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Shining A Light On Mental Health In Black Communities

Quick Stats

  • 38.3% of Black Canadian residents with poor or fair self-reported mental health used mental health services compared with 50.8% White Canadian residents (between 2001 and 2014).
  • Based on a 2018 survey of 328 Black Canadian residents
    • 60% said they would be more willing to use mental health services if the mental health professional were Black
    • 35.4% were experiencing significant psychological distress, 34.2% of whom never sought mental health services
    • 95.1% felt that the underutilization of mental health services by Black Canadian residents was an issue that needed to be addressed


  • According to a 2020 Statistics Canada survey, for most measures of mental health during the COVID-19 pandemic, participants from the Black visible-minority group reported poorer self-rated mental health and greater financial insecurity compared with White participants.
  • 27.9% of Black visible-minority respondents, compared to 22.9% of White respondents, reported fair/poor self-rated mental health.
  • 32% of Black visible-minority respondents, compared to 24.2% of White respondents, reported symptoms consistent with moderate/severe generalized anxiety disorder in the two weeks prior to completing the survey.
  • 37.5% of Black visible-minority respondents, compared to 22.1% of White respondents, reported COVID-19-related financial insecurity.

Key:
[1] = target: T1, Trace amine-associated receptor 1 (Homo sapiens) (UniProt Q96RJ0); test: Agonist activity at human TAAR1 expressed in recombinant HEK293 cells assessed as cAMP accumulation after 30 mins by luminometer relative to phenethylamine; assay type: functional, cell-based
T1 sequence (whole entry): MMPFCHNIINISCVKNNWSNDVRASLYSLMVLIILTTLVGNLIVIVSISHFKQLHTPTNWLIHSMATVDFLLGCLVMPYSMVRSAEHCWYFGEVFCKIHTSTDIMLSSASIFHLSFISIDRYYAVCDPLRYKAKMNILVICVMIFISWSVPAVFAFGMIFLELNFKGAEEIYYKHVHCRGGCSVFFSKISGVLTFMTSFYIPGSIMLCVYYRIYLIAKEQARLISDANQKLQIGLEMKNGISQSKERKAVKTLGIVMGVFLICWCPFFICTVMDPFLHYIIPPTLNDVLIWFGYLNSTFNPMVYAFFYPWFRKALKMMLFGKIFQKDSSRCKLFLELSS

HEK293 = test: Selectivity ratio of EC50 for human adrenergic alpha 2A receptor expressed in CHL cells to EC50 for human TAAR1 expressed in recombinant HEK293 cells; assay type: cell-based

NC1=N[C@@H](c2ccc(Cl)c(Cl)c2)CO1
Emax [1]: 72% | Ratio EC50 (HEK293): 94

Barriers to Care


Historically, the Black community has been placed at a disadvantage when it comes to their mental health, given their subjection to trauma through enslavement, oppression, colonialism, racism, and segregation, much of which extends to the experience of mental health care inequity today.

  • Black persons in Canada have higher unemployment rates, as well as lower average incomes, which may preclude them from the wider selection of mental health services available to those able to pay privately or go through employer-covered insurance plans.
  • Black persons in Canada are more likely to experience challenges in finding family physicians, who often serve as an important gateway to mental health care.
  • Among Black-Caribbean populations, wait times for mental health care averaged 16 months, more than twice those for Whites (which averaged seven months).

Despite the higher prevalence of mental illness found in low-income areas (where Black populations disproportionally reside), these communities often have fewer mental health programs and services.

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